BrodyFosse123 said: "The8re phan said: "Laura Linney and Cynthia Nixon alternated the two leading roles in the recent revival of the Little Foxes"

Oddly enough, Linney was nominated for a Best Actress Tony Award and Nixon for Best Featured Actress.
"

They were nominated for the roles they each played on the production's opening night; so Linney was nominated for Regina and Nixon for Birdie.

silent
#22Why don’t actors share roles on Broadway?
Posted: 3/1/24 at 1:47am

Effie White is a role that should have two actresses in the part. Maybe one day a revival producer will realize that. 

JustAnotherNewYorker
#23Why don’t actors share roles on Broadway?
Posted: 3/1/24 at 11:58am

The8re phan said: "Laura Linney and Cynthia Nixon alternated the two leading roles in the recent revival of the Little Foxes"

Was a great decision for the producer's pocketbook. I ended up seeing it twice because of this.

BeingAlive44Ever
#24Why don’t actors share roles on Broadway?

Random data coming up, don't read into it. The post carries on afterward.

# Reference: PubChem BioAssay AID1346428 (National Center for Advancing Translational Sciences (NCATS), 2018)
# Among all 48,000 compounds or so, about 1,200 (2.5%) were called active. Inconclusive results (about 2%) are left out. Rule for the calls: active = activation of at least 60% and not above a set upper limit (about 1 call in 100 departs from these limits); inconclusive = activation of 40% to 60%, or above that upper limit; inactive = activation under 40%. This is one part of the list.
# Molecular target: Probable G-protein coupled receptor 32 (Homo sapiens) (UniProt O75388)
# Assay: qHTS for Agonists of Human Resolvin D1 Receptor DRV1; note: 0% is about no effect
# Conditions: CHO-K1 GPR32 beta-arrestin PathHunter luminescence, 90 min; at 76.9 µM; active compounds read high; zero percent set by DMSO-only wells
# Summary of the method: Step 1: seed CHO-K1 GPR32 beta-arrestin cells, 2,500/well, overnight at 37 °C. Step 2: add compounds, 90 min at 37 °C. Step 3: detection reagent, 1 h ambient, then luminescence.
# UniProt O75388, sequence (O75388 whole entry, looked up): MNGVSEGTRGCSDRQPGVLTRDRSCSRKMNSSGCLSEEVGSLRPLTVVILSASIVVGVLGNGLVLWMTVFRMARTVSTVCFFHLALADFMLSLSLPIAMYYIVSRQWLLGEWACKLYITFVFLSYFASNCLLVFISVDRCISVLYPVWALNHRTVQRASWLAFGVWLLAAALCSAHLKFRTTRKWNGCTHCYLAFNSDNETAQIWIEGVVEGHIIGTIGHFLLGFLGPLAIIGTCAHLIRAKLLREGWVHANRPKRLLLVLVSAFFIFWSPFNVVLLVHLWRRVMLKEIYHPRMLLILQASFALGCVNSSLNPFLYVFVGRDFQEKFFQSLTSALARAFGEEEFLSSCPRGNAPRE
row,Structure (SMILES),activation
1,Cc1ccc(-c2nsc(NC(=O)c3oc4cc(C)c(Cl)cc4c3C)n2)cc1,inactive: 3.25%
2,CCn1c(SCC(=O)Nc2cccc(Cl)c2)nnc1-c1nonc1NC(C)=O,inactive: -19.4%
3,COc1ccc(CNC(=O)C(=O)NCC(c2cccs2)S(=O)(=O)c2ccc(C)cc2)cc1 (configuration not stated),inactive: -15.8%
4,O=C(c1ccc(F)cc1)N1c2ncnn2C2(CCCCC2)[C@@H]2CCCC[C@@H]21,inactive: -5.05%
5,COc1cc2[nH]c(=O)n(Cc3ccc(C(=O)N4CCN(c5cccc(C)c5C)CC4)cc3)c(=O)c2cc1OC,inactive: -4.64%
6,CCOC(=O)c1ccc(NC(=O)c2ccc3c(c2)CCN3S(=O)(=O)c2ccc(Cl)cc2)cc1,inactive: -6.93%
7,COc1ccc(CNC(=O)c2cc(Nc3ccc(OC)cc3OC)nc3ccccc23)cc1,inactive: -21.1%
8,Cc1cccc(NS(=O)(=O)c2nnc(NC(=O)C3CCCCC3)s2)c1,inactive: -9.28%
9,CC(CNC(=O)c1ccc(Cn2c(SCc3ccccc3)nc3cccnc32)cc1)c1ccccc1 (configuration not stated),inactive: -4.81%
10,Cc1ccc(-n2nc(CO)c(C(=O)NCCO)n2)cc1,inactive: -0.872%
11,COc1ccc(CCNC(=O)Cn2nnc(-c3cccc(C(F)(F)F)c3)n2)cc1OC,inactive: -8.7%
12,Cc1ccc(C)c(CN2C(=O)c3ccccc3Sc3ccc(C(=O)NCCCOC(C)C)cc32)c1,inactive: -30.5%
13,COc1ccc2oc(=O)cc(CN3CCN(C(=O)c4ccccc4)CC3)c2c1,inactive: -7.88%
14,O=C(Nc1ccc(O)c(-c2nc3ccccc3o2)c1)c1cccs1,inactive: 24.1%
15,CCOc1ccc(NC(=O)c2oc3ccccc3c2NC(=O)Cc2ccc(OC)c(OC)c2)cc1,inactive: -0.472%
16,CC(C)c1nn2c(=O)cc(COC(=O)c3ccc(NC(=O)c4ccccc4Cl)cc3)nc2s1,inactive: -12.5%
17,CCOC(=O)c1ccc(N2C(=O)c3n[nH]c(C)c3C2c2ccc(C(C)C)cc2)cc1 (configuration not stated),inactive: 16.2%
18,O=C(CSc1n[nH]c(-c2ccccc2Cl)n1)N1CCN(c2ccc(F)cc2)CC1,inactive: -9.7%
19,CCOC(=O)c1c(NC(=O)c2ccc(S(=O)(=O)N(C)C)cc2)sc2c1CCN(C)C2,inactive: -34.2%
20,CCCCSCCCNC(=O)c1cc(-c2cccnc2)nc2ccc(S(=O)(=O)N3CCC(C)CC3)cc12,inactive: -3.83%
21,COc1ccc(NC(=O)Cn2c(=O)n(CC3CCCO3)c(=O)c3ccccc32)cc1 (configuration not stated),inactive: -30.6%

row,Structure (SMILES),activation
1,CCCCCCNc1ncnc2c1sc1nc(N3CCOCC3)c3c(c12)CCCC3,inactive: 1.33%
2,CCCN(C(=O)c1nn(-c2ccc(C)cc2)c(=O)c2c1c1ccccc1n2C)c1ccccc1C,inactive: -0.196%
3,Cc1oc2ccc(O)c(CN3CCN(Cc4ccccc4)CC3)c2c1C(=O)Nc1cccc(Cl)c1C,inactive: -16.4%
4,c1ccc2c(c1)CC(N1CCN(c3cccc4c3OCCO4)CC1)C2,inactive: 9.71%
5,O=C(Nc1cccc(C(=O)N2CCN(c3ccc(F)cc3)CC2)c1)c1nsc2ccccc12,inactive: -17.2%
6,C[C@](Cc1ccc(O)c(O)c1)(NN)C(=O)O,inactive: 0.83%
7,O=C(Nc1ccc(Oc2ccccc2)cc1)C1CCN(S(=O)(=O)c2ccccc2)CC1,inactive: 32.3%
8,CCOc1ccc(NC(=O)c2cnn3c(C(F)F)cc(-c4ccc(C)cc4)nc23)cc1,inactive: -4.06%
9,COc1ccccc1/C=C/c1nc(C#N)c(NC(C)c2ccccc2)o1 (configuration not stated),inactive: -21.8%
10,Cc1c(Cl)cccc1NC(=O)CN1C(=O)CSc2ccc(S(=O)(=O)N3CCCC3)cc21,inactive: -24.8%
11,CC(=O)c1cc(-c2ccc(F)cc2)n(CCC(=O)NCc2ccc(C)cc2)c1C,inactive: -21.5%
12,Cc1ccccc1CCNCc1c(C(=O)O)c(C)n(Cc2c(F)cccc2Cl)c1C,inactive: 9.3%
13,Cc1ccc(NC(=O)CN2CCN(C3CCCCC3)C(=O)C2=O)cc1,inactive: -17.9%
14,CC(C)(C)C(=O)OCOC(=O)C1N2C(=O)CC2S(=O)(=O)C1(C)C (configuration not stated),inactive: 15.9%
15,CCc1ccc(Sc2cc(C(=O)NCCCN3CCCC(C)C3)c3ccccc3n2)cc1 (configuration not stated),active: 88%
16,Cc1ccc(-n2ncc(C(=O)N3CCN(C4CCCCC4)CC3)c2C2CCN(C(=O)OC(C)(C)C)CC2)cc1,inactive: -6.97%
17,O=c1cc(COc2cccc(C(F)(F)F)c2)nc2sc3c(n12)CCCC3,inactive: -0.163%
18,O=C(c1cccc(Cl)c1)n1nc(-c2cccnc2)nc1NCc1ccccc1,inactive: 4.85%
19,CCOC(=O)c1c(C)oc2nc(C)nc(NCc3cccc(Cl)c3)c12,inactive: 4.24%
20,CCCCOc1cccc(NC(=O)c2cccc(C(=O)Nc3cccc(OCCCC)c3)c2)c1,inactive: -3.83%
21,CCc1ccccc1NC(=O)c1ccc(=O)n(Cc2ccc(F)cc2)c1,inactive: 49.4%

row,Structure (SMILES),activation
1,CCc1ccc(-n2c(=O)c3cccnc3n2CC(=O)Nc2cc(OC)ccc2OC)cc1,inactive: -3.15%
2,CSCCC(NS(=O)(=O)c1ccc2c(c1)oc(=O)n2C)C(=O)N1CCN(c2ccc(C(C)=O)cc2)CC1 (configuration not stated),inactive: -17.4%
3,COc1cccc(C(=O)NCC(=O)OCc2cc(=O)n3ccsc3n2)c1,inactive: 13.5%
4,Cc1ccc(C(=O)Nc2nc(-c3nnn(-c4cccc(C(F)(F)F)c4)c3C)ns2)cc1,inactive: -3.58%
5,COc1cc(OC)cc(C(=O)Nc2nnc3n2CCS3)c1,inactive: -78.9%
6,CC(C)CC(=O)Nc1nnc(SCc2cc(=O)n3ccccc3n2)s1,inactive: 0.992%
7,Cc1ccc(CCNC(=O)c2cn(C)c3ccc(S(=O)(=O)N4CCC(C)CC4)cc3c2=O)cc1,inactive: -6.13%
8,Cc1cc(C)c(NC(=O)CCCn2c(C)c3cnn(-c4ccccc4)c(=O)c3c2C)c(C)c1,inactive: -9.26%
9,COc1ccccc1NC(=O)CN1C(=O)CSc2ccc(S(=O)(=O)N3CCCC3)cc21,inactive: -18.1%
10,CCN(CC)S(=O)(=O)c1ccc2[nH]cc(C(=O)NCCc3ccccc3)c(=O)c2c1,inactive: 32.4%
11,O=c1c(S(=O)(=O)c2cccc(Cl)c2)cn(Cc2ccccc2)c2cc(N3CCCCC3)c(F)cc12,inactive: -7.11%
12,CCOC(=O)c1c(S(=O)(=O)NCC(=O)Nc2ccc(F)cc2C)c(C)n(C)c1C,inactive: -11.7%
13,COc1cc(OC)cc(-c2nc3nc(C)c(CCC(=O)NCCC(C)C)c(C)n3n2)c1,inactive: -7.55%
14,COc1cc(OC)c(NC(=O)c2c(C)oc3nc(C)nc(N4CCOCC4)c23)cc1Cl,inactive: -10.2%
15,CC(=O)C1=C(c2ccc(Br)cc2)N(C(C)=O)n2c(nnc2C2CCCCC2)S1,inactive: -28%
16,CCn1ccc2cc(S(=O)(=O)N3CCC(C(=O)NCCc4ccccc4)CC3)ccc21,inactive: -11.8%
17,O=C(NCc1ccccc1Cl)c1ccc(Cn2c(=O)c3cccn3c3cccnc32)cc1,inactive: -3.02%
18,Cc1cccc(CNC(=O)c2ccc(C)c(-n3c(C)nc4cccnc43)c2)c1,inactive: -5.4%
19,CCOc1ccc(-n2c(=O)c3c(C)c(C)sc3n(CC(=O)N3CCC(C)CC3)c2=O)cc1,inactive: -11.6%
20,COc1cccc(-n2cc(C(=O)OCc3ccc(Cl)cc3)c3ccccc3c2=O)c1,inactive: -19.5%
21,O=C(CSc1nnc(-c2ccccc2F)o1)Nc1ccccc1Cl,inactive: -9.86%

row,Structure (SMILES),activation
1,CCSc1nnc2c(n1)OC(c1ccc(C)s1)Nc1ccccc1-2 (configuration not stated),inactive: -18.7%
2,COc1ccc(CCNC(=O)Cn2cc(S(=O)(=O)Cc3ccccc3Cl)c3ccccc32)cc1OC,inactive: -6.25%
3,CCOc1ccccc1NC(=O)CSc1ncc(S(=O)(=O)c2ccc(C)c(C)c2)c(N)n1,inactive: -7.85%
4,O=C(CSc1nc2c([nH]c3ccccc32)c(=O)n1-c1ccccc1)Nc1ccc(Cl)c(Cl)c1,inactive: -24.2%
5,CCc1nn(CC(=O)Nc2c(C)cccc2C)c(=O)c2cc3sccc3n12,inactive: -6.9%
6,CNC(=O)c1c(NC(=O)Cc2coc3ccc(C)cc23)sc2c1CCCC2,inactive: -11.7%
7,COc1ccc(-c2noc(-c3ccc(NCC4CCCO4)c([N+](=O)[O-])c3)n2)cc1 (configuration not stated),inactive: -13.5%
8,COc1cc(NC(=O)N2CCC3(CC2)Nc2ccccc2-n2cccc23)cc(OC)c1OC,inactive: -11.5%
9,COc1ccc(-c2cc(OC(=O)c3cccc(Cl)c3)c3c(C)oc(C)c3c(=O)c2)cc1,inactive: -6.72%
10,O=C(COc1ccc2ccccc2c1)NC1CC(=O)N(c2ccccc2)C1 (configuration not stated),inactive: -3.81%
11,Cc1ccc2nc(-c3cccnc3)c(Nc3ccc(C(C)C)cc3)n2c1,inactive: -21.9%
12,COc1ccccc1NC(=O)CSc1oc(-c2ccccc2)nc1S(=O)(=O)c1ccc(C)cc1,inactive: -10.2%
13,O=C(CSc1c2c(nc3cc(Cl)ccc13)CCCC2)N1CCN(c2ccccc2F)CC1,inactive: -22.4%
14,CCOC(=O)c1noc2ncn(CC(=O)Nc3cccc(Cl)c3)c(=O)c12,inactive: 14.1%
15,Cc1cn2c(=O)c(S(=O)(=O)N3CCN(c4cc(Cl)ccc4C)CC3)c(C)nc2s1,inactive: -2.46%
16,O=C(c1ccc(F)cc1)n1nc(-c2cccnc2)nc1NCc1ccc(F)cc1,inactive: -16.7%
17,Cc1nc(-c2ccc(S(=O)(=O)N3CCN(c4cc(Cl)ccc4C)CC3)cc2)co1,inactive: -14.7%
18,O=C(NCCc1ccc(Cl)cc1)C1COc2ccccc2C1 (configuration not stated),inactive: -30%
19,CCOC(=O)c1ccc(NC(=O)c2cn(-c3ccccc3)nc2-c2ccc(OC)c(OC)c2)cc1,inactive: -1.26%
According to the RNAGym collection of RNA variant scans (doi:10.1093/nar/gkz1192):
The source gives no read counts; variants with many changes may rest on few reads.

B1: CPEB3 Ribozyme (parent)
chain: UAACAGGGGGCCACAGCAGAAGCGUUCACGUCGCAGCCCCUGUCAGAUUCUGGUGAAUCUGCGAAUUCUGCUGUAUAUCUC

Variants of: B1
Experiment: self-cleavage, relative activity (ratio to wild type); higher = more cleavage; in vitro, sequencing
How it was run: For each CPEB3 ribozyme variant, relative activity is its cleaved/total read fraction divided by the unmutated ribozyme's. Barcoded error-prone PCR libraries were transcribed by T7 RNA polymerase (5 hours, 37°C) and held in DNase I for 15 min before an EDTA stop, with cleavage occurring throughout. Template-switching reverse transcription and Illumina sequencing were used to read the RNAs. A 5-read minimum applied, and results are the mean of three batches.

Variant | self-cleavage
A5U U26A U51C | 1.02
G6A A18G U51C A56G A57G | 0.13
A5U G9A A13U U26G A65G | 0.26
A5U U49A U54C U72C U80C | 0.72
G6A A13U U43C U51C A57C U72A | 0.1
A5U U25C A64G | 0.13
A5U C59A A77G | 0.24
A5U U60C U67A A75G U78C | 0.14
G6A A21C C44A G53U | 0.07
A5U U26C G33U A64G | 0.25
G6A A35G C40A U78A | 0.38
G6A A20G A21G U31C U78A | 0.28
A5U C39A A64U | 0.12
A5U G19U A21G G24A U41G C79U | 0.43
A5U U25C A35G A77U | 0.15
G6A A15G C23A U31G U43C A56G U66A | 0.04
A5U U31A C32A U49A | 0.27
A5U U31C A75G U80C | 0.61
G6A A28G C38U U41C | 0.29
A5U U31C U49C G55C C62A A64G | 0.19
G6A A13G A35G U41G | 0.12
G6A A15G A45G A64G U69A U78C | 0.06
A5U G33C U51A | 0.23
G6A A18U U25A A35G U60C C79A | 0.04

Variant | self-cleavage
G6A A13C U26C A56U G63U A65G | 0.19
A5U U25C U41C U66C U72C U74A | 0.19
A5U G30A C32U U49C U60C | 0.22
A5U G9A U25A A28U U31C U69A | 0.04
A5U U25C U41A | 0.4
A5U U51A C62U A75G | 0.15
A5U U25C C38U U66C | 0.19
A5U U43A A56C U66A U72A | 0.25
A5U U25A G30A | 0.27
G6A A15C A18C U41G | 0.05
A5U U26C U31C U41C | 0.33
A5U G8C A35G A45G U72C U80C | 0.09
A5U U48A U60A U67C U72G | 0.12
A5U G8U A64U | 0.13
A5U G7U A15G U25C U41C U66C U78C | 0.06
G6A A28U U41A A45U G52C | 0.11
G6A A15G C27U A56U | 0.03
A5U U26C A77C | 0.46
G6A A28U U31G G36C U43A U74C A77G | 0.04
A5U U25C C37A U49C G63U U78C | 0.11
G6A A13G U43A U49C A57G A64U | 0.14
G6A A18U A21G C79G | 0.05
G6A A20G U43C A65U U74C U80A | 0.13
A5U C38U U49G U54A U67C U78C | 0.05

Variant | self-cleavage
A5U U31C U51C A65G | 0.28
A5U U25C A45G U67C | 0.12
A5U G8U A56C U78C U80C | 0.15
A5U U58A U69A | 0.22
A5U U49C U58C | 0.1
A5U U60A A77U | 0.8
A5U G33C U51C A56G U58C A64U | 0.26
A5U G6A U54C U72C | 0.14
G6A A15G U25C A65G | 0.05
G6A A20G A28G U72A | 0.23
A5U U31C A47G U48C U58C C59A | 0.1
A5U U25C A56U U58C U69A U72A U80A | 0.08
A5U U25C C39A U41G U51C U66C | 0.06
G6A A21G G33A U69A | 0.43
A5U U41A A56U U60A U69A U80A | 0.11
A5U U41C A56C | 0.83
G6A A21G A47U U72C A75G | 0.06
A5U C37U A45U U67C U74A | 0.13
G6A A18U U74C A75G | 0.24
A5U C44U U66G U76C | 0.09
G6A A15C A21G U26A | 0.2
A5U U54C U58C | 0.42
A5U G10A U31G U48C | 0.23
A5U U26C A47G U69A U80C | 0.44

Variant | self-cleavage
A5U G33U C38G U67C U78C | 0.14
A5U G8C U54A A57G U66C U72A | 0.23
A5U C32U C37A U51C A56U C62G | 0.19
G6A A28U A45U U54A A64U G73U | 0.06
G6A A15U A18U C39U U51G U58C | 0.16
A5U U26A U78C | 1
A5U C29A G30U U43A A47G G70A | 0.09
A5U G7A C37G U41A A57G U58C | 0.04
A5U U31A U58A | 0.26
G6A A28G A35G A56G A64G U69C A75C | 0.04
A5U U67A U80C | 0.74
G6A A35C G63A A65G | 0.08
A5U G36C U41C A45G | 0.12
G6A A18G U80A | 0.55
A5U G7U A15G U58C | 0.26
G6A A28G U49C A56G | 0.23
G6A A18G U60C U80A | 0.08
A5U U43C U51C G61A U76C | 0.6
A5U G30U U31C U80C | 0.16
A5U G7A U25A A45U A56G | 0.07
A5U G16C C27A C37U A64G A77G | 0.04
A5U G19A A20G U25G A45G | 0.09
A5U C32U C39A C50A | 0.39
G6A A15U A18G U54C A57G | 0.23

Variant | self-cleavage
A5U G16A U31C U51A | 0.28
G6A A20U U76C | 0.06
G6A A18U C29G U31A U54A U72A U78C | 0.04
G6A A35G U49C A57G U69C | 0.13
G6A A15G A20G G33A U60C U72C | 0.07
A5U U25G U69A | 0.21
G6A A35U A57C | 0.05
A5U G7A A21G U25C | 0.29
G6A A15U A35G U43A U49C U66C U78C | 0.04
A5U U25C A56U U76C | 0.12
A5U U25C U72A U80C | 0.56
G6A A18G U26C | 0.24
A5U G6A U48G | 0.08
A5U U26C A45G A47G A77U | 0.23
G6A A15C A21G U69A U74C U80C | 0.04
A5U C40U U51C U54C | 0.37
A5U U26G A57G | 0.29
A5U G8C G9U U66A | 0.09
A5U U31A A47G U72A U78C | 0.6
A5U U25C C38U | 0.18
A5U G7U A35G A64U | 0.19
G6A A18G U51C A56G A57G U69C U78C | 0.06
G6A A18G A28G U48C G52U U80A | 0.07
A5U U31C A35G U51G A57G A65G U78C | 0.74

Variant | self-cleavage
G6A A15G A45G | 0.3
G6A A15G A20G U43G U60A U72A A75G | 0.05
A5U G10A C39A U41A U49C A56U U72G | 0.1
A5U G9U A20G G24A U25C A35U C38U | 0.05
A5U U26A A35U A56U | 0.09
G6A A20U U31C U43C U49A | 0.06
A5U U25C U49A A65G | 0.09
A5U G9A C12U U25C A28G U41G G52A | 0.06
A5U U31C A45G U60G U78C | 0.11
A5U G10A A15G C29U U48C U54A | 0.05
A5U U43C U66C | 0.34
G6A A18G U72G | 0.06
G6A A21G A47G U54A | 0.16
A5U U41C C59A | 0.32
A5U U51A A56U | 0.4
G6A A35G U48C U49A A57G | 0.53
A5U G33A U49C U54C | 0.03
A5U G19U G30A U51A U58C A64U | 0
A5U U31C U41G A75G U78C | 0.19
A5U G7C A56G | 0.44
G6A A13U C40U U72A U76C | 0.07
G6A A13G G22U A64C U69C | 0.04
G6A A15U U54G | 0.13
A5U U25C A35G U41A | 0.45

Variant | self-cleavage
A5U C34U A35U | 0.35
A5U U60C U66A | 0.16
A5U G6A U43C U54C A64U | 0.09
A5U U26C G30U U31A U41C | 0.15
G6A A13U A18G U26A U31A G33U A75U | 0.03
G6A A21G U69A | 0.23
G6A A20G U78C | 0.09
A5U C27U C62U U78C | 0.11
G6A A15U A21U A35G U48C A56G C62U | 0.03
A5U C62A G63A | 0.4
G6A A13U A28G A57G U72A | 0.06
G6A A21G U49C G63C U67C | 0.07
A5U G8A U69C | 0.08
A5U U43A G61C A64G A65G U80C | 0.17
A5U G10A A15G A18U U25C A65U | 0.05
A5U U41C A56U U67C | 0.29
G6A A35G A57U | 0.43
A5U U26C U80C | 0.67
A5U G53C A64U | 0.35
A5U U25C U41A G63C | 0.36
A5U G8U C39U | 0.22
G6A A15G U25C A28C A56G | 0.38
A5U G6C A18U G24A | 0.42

Posted: 3/1/24 at 12:30pm

I think that, while it is mostly because of billing and economics, as many people have said, a big part of it is cultural. I know, personally, that, as an aspiring Broadway performer with a background in opera, I hear people doing things with their voices in community and lower level professional theatre productions with me and scoff, thinking "they'd never make it through eight shows a week." In my mind, it's somehow a right of passage, almost like you aren't "worthy" unless you can do eight shows a week. It's a horrible outlook, but I think that a lot of people implicitly think that. Of course, for all I know I'd die if I had to do eight shows a week. I'll update you on that when I make my Broadway debut. 

Fosse76
#25Why don’t actors share roles on Broadway?
Posted: 3/1/24 at 2:58pm

dramamama611 said: "It's also a problem if putting " part time " work out there. Most actors can't afford a part time salary, and one that has no benefits."

Considering they only work part time, they already get a full-time salary. Name other, more deserving professions, for which this is true.


Videos